Advances in the Diagnosis and Management of Central Venous Access Device Infections in Children

Part of the Advances in Experimental Medicine and Biology book series (AEMB, volume 697)


Infection is a well-known complication of central venous access device (CVAD) use, with an incidence of 3–6 bloodstream infections per 1,000 catheter days in children. Prevention of CVAD infections has improved with new strategies including the use of chlorhexidine antisepsis, bundles, maximal sterile barriers for insertion, prophylactic locks, antibiotic impregnated catheters and tunnelling of long-term devices. Despite these strategies, catheter-related bloodstream infections (CRBSIs) continue to be an important health problem. New approaches to diagnosis include differential time to positivity and quantification of blood cultures and molecular diagnostics. The management of CRBSIs includes techniques for line salvage including ethanol, antibiotic, hydrochloric acid, taurolidine and urokinase locks. When these fail, line removal and antimicrobial therapy are recommended.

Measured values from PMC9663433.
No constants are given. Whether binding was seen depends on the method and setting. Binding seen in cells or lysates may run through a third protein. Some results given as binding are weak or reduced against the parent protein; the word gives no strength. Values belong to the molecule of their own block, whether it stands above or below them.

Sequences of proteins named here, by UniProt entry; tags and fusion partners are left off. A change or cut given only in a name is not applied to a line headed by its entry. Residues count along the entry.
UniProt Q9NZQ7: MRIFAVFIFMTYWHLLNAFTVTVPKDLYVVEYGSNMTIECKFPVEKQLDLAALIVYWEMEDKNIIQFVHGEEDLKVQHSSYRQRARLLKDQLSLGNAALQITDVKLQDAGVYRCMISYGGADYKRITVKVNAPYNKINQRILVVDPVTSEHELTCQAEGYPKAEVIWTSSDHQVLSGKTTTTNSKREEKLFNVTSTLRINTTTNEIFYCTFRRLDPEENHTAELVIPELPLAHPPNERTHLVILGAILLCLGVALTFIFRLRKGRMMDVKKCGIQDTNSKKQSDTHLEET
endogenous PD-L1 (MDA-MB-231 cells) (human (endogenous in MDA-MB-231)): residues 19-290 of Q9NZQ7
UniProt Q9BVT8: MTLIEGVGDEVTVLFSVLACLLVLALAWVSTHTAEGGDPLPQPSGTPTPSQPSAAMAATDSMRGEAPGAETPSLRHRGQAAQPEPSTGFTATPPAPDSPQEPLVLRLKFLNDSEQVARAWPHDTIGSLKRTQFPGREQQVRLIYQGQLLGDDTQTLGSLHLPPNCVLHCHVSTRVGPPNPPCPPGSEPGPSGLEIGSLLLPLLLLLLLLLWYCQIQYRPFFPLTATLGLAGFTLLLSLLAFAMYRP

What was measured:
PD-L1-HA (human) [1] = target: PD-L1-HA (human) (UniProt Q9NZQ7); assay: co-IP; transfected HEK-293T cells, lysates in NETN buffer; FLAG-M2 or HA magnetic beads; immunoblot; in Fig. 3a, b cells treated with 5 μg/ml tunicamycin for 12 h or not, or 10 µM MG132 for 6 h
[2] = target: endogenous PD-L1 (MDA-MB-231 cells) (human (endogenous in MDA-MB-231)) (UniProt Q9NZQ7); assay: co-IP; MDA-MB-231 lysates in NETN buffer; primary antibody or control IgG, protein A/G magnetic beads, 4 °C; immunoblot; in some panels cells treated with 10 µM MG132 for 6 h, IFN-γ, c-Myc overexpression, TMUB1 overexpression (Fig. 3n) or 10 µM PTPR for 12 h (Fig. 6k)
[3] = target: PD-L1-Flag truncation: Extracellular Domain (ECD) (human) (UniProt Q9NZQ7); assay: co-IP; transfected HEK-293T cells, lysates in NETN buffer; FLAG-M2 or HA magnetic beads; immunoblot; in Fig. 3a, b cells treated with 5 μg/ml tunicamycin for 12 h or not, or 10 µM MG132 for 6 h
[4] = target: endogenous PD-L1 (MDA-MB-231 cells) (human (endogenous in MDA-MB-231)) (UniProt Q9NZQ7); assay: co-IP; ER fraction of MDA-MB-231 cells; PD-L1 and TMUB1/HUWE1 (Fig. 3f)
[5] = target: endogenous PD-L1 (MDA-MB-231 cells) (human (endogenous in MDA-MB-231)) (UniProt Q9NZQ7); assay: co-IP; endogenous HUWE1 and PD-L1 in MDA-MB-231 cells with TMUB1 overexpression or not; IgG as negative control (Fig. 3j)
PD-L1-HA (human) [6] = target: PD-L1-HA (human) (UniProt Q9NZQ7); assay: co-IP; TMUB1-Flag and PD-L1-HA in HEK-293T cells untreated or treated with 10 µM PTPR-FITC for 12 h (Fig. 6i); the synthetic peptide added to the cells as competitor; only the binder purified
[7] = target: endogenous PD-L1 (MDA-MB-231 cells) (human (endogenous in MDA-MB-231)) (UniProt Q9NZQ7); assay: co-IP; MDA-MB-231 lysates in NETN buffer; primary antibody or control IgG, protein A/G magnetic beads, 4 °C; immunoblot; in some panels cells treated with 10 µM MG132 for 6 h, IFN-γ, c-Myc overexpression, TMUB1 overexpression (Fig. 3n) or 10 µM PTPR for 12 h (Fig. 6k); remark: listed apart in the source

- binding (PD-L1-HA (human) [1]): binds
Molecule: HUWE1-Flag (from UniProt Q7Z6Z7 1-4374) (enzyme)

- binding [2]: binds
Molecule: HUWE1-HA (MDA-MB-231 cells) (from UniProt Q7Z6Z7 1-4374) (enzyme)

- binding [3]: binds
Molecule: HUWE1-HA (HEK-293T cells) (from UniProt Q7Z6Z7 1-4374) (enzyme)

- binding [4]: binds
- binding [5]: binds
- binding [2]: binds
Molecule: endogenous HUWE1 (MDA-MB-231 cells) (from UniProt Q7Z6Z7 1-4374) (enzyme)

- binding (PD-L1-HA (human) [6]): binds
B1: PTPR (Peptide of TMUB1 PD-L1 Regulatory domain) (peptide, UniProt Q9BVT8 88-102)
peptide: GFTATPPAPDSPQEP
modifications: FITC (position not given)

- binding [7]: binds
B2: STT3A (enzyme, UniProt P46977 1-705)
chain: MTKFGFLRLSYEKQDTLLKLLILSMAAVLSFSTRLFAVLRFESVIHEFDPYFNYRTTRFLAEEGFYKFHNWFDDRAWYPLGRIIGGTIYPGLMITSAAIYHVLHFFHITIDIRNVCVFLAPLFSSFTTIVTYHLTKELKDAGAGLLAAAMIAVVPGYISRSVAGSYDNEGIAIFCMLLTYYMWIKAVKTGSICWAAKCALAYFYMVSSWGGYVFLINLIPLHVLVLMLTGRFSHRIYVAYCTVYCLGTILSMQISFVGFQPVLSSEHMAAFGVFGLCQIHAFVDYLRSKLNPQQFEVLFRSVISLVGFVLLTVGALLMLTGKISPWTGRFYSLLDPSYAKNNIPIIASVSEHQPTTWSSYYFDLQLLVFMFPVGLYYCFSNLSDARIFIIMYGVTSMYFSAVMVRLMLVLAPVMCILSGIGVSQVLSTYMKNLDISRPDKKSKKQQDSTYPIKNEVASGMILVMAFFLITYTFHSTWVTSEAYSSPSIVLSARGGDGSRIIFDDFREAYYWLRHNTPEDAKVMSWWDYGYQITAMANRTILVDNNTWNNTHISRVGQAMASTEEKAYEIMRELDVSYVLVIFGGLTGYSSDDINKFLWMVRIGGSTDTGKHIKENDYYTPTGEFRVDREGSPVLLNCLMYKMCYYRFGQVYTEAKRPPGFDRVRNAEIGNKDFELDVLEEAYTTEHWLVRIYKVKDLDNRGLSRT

Paediatric Intensive Care Unit Bloodstream Infection Central Venous Access Device Intravascular Device Peripheral Blood Culture 
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Copyright information

© Springer Science+Business Media, LLC 2011

Authors and Affiliations

  1. 1.Paediatric Infectious DiseasesAlice Springs HospitalAlice SpringsAustralia
  2. 2.Menzies School of Health ResearchDarwinAustralia
  3. 3.Charles Darwin UniversityDarwinAustralia

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